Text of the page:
Breakthrough in diagnostic tests against foot and mouth disease could greatly benefit livestock farms.

More countries stand the chance of protecting, not destroying, livestock threatened by Foot and Mouth Disease (FMD), outbreaks of which cost European countries billions of dollars last year. New diagnostic tests developed through global research jointly sponsored by the IAEA and Food and Agriculture Organization (FAO) are enabling veterinarians to differentiate between vaccinated and infected livestock -- a breakthrough that would allow FMD outbreaks to be controlled using vaccines with less reliance on mass slaughter.

It's a big step forward, says Bill Doughty of Commonwealth Scientific and Industrial Research Organization (CSIRO) Livestock Industries in Australia, which participated in the global research programme. He says that, right now, the use of vaccines to control an FMD outbreak seriously impedes a country's ability to trade livestock and livestock products. "The world organization for animal health - the Office International des Epizooties (OIE) - requires countries to show that they are free from diseases such as FMD in order to trade internationally," he explains. "Current tests cannot distinguish between animals which have been infected and those which have been vaccinated, so a country using vaccination as a control strategy will be prevented from trading livestock and livestock products."

FMD affects cows, sheep, goats, and pigs, and remains endemic in many developing countries, at a huge cost to agricultural economies Outbreaks of FMD in Europe in 2001 made headlines as one of the biggest agricultural disasters of the past decade. Estimated costs surpassed US $9 billion in the United Kingdom alone, where about four million livestock were slaughtered to prevent FMD from spreading. One reason why the animals were slaughtered was the inability to screen animals and separate vaccinated from infected ones.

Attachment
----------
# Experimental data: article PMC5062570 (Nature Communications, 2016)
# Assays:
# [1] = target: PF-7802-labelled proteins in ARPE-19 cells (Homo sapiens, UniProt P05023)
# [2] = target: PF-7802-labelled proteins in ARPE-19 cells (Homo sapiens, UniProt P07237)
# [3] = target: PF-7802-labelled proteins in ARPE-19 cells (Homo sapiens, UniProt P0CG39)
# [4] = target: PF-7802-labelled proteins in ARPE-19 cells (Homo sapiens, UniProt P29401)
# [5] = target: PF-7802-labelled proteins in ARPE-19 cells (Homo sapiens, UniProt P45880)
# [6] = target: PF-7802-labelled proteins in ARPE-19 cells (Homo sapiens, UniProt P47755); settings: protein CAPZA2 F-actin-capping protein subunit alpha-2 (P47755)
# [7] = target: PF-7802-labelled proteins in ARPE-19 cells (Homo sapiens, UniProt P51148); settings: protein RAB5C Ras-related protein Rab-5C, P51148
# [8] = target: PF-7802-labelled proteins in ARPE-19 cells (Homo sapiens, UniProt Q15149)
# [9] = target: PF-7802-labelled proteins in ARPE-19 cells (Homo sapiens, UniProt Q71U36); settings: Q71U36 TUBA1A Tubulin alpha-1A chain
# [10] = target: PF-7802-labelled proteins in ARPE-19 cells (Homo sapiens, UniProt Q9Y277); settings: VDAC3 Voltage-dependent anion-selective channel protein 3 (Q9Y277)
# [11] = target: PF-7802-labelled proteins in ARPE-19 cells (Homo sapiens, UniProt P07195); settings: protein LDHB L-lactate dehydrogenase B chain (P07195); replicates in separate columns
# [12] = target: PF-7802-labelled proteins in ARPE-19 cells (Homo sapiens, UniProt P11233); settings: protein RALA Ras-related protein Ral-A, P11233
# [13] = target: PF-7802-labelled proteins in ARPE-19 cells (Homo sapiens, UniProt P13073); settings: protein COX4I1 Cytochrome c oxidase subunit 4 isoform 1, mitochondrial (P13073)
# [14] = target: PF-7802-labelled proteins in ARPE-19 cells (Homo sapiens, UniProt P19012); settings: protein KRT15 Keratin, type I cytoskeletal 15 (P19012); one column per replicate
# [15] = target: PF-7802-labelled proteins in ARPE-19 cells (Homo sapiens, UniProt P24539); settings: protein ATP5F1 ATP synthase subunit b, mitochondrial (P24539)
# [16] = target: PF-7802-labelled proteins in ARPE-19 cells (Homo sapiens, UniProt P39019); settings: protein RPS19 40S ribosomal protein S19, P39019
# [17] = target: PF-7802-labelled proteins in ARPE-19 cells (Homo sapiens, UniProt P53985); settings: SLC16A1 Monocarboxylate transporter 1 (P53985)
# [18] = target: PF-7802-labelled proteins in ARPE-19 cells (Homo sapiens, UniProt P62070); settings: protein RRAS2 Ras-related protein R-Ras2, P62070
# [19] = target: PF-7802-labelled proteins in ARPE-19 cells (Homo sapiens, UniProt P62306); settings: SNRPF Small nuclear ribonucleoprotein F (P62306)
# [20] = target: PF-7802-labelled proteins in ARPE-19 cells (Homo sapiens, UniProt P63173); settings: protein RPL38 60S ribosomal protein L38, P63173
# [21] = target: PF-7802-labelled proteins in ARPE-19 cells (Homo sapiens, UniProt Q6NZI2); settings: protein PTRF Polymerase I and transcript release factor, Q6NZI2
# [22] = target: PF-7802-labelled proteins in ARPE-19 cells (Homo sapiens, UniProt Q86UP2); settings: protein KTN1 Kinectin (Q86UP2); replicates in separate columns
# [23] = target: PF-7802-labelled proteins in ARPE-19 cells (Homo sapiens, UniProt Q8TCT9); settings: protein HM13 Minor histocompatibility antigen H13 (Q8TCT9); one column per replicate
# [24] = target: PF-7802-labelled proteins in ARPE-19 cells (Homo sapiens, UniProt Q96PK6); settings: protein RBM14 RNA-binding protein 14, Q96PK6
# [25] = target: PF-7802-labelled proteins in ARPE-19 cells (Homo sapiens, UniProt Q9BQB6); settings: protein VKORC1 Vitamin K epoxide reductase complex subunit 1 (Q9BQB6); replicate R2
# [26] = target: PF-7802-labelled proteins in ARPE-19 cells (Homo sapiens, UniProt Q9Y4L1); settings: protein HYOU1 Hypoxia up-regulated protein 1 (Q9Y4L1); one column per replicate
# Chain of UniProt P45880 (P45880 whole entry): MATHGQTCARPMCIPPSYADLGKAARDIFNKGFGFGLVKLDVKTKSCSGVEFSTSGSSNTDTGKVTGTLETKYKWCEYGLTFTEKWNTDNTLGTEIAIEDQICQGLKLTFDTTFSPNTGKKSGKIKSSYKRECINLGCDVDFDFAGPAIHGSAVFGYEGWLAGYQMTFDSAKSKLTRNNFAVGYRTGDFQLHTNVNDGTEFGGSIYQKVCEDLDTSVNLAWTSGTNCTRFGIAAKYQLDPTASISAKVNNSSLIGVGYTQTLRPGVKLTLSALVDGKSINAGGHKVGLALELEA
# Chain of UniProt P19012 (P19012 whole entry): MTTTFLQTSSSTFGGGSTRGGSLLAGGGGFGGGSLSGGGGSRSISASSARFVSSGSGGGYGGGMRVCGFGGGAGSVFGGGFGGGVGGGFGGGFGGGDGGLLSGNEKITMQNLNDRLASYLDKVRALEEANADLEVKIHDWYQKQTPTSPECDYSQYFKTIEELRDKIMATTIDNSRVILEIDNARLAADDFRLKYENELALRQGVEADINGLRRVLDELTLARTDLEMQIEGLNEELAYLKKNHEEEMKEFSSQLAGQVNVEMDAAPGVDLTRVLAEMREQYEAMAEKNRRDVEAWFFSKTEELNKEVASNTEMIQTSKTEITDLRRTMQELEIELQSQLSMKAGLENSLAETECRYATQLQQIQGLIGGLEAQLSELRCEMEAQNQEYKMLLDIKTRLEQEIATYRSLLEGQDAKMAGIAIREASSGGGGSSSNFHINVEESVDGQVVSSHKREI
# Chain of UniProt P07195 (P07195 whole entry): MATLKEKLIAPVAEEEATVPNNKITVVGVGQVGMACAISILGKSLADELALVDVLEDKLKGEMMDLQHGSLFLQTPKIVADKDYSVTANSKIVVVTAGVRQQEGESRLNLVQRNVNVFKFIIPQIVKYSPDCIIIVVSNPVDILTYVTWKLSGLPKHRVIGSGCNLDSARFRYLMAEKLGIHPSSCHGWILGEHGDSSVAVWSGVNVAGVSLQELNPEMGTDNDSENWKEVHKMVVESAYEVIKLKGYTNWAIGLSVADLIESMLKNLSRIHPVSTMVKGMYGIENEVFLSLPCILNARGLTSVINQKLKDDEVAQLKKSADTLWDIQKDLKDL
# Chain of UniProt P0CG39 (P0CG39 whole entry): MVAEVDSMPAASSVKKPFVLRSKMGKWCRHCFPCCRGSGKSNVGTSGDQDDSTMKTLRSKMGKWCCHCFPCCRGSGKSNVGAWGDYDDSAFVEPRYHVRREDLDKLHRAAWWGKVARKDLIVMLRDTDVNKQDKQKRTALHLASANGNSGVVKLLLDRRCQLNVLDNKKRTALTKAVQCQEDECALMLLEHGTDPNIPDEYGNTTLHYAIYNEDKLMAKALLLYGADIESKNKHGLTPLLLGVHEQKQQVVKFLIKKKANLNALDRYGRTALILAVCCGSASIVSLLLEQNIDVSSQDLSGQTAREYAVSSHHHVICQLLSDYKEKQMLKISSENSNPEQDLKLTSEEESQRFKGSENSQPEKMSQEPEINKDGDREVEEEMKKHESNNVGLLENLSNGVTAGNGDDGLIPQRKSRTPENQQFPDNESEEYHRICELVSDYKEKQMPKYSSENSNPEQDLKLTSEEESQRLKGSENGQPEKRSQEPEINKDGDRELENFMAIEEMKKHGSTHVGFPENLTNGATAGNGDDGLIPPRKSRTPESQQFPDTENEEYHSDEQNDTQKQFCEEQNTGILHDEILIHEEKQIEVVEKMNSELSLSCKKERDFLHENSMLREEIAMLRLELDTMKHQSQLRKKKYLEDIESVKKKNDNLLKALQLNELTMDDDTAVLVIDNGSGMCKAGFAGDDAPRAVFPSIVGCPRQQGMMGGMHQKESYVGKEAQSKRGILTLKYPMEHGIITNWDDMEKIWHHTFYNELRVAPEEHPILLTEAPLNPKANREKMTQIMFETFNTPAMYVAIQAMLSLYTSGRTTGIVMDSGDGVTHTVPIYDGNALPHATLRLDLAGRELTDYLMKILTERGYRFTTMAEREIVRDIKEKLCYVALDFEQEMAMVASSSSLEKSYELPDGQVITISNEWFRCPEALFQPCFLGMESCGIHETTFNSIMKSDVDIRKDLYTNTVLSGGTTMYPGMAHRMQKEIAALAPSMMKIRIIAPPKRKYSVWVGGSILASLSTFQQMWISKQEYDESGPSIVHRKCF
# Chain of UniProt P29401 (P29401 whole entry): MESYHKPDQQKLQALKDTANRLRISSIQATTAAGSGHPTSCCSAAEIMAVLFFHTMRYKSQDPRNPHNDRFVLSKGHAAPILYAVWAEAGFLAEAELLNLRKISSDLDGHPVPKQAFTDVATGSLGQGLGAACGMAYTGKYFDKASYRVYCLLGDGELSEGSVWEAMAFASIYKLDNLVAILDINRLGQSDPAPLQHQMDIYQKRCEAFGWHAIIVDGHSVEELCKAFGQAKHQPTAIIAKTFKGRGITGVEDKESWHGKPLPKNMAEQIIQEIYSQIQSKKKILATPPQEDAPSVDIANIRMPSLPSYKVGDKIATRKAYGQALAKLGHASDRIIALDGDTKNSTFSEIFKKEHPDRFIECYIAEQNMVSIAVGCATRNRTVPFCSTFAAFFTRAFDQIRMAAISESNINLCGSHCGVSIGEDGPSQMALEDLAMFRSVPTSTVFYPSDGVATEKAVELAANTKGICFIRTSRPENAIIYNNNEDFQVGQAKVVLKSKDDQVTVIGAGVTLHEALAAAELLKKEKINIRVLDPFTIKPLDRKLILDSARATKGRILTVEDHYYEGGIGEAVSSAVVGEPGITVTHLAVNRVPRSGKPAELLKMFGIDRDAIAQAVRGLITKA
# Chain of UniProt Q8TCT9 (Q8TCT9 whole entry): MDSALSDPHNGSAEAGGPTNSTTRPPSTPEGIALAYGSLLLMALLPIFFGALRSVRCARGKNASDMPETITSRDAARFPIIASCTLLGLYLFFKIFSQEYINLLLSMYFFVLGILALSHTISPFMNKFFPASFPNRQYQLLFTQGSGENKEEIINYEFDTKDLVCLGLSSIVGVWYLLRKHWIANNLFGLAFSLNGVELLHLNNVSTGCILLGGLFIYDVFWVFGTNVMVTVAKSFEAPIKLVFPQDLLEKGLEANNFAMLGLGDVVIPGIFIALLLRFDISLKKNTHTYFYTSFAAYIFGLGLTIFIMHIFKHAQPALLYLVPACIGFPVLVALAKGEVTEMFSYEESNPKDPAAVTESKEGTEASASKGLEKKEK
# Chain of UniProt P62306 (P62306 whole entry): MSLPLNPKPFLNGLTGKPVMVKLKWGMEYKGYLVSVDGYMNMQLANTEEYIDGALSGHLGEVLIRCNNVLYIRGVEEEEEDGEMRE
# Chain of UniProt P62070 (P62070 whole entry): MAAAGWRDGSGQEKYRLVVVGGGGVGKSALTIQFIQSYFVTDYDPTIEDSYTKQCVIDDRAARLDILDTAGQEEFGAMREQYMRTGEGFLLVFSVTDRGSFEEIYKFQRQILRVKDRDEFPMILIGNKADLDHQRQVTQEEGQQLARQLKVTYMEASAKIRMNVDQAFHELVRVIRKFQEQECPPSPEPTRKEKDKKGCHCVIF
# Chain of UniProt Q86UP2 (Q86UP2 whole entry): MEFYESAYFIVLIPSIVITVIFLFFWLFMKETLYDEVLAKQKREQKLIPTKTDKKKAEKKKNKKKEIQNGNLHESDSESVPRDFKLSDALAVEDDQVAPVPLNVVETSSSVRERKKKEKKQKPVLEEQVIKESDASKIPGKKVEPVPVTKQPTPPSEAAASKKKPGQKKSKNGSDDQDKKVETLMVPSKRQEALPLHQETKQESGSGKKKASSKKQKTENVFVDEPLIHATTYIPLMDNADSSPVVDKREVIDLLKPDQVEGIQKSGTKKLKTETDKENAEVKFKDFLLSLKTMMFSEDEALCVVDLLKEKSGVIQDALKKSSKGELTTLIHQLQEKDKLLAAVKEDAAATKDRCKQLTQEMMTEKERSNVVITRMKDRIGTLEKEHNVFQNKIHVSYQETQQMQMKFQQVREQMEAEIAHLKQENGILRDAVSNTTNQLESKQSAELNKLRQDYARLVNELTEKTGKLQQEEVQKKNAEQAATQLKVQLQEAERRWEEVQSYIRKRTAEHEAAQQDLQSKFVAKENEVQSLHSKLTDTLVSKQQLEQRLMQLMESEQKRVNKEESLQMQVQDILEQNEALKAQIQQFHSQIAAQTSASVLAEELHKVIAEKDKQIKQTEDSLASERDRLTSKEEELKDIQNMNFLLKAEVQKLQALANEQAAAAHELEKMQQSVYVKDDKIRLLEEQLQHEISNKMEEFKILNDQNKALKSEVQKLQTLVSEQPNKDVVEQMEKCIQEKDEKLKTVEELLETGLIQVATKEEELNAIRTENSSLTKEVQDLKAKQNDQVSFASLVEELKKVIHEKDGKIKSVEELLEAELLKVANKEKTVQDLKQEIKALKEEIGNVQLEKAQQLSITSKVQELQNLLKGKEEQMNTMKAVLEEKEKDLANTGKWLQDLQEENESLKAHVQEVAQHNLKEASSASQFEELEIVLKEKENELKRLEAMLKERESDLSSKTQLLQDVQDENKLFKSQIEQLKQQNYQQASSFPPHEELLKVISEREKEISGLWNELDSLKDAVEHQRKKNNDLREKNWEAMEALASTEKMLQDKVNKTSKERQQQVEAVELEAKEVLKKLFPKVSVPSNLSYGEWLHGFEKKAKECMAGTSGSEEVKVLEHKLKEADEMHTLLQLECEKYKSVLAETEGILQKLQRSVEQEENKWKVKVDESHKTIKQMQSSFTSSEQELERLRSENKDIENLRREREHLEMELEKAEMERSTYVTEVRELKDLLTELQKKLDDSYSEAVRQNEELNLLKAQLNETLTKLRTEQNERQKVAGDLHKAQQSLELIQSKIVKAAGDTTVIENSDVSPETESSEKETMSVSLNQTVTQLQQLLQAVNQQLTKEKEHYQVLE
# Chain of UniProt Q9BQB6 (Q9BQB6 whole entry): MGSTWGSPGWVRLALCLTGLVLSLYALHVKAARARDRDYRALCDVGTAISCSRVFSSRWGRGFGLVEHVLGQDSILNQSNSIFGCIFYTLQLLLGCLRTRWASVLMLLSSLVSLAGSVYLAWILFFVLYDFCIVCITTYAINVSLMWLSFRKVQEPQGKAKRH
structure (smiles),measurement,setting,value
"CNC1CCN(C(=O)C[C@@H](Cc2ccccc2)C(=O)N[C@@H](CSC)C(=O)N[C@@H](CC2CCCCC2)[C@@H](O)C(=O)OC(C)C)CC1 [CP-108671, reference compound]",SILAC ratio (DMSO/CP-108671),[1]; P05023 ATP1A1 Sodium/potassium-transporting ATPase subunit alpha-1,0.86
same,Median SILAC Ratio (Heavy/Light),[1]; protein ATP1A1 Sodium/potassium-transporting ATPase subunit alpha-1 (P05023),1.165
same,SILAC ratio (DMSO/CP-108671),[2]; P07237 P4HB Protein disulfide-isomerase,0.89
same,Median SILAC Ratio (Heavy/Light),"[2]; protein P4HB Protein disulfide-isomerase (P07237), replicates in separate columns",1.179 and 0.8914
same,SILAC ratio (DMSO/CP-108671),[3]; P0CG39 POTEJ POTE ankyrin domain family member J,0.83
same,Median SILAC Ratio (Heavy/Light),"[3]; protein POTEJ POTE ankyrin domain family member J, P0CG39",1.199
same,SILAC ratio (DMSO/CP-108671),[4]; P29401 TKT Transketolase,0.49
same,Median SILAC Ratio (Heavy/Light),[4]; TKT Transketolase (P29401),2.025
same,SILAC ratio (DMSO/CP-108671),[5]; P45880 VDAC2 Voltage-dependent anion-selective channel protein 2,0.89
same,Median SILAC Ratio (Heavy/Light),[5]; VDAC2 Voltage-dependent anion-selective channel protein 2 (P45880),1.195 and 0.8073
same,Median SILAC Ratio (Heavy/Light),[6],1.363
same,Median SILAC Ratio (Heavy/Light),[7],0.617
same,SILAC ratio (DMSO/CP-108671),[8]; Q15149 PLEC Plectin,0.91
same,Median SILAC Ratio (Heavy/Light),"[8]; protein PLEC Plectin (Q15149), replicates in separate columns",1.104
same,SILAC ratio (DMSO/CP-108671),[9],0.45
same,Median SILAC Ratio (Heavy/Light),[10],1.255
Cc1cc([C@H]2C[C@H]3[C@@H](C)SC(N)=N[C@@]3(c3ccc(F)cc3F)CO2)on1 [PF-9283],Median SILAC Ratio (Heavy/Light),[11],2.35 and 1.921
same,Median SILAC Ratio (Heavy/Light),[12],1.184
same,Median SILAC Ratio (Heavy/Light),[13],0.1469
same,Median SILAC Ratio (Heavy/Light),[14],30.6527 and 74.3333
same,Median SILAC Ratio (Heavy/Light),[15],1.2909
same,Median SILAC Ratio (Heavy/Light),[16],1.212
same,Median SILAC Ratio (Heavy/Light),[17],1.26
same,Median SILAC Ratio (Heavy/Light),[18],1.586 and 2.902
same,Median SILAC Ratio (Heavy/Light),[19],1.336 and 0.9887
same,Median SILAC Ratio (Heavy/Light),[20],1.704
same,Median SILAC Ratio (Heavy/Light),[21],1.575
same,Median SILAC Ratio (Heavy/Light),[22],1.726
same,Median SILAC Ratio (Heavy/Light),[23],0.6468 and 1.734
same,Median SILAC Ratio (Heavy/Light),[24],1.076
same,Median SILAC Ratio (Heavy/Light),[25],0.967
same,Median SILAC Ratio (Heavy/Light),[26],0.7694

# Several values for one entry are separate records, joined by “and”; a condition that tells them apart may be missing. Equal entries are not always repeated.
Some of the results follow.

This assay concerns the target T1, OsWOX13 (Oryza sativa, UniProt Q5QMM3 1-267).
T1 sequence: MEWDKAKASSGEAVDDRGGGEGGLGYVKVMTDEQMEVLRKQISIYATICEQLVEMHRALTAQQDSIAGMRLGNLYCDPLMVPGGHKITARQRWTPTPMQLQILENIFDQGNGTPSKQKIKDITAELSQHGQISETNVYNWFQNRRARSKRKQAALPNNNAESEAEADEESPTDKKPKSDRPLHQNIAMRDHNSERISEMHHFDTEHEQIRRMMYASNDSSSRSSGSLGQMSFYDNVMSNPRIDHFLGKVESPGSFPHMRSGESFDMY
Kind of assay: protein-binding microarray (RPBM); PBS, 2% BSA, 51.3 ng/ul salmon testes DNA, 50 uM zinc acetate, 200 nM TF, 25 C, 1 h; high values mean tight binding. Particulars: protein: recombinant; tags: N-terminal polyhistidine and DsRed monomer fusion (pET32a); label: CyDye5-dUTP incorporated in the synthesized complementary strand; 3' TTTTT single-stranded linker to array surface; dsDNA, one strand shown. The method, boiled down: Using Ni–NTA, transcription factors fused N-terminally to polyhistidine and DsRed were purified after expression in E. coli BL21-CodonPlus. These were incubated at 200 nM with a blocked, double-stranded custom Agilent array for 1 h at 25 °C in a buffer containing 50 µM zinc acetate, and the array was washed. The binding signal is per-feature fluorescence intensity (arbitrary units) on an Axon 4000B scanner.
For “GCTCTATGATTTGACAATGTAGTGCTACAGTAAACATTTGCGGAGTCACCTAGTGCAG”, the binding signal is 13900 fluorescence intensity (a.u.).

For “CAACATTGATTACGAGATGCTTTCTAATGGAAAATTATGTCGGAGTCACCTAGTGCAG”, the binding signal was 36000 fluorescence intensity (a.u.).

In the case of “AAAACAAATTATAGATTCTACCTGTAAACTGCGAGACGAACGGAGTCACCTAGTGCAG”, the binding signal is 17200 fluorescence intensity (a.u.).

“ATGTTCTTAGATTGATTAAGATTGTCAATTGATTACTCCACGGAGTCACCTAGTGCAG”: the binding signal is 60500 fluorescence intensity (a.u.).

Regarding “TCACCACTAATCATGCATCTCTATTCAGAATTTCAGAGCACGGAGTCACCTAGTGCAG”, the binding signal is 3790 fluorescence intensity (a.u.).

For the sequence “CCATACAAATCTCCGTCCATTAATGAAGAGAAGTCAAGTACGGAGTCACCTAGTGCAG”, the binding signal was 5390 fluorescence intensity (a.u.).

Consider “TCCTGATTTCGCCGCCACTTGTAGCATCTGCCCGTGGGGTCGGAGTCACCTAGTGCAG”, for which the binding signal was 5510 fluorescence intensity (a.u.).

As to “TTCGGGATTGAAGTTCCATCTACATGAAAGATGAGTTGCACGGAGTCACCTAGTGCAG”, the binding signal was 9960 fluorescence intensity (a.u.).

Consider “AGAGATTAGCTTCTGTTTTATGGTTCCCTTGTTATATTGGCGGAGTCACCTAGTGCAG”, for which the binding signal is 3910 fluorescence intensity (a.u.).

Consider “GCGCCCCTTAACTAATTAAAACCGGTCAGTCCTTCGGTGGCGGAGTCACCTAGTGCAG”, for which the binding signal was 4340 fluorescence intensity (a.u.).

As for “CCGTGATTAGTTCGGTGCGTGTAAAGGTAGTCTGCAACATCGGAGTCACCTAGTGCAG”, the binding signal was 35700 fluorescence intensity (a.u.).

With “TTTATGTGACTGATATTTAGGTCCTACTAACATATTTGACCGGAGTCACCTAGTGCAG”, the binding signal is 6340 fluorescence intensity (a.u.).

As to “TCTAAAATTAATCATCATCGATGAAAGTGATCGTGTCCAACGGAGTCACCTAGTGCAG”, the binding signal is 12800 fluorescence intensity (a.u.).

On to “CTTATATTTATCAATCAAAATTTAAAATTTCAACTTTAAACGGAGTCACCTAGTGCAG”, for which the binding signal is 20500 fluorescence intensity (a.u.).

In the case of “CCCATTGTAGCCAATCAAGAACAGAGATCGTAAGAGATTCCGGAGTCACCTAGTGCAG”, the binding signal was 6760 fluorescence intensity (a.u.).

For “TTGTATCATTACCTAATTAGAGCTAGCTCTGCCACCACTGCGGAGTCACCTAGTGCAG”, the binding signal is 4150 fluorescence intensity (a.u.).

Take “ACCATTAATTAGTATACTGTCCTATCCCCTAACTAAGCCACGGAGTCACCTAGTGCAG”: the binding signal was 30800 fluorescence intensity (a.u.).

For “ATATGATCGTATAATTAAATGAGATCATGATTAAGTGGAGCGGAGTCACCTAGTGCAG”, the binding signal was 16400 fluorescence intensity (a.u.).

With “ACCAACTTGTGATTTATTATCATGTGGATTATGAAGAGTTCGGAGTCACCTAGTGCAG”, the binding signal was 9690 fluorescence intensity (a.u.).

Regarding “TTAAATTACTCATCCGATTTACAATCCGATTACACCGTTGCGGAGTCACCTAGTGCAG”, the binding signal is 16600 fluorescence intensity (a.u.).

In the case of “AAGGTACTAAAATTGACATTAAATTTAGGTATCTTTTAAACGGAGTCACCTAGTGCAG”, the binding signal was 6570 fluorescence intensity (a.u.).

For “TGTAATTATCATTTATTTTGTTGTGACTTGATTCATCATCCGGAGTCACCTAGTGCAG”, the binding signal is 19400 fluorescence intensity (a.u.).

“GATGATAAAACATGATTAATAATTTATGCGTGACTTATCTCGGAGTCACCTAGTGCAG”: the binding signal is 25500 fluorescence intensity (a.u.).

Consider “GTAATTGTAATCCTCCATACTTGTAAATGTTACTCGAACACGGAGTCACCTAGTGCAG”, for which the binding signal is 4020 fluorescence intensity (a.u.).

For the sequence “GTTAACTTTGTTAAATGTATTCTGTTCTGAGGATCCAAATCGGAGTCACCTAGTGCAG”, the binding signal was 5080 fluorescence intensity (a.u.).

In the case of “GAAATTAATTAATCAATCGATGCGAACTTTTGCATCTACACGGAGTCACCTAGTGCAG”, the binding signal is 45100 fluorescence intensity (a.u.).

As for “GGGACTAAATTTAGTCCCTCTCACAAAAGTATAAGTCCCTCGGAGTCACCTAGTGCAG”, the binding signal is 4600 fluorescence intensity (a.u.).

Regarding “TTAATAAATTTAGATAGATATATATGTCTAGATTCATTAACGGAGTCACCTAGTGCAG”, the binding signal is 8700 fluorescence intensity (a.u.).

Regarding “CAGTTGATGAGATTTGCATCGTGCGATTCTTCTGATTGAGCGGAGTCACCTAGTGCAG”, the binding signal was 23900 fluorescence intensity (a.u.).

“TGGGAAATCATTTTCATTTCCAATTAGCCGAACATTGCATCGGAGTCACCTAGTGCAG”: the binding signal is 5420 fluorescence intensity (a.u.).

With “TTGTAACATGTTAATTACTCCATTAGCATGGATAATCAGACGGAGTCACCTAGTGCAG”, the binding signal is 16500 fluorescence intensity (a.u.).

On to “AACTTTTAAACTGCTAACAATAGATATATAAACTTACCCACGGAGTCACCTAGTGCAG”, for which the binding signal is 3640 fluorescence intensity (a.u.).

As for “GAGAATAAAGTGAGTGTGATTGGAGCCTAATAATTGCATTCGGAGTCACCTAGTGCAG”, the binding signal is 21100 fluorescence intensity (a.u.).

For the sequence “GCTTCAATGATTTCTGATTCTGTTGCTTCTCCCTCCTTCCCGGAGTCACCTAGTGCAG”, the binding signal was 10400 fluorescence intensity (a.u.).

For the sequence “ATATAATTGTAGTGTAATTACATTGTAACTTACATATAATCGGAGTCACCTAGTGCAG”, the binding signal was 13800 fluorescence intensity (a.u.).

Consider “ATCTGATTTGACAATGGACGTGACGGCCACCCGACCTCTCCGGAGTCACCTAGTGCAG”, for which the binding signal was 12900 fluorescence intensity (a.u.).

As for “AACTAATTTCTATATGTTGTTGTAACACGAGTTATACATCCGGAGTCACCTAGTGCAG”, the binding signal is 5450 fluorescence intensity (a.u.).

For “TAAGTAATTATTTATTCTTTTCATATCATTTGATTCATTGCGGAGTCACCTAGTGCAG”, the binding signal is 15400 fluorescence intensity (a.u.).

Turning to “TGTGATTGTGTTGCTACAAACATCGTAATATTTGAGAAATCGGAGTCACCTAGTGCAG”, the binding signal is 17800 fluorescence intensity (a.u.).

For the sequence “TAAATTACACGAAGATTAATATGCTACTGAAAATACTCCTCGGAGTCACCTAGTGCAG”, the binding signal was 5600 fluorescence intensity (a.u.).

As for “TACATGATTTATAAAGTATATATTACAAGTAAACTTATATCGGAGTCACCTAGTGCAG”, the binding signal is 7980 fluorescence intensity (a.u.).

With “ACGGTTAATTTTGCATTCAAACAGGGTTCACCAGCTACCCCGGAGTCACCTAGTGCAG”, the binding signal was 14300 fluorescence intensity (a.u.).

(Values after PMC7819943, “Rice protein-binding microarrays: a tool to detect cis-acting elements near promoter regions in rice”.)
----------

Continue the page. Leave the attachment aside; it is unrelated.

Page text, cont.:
"Research we've done changes the picture dramatically," says John Crowther, a scientist of the Joint FAO/IAEA Division's Animal Production and Health Section. "Tests were developed that can clearly single out vaccinated cattle, so that they can be identified as disease free, and protected from slaughter."

The global research programme was started in 1998 by the Joint Division of the FAO and IAEA in Vienna, Austria, with the aim of developing FMD diagnostic tests, based on applications of immunoassays developed through nuclear science. The work linked scientists from the world’s most advanced institutes with those in the developing countries and a number of commercial partners. Their collaborative efforts led to assays that could document the difference between vaccinated from infected animals. Three tests were developed and now are being proposed as candidates for commercial application.

At an international meeting in Australia in early March 2002, scientists from 15 countries in the research programme reviewed results. Meeting at the Australian Animal Health Laboratory, the most advanced laboratory in the world for animal pathogens, they agreed that each of the three assays works effectively. Still needed, they said, is full international validation of the tests, a process expected to be completed over the coming months within the framework of the programme.

Once validated, the tests can move into the marketplace. The next time FMD strikes, countries then can stand ready to control the disease and limit agricultural losses by protecting cattle, rather than resorting to mass slaughter.

IAEA, 28 March 2002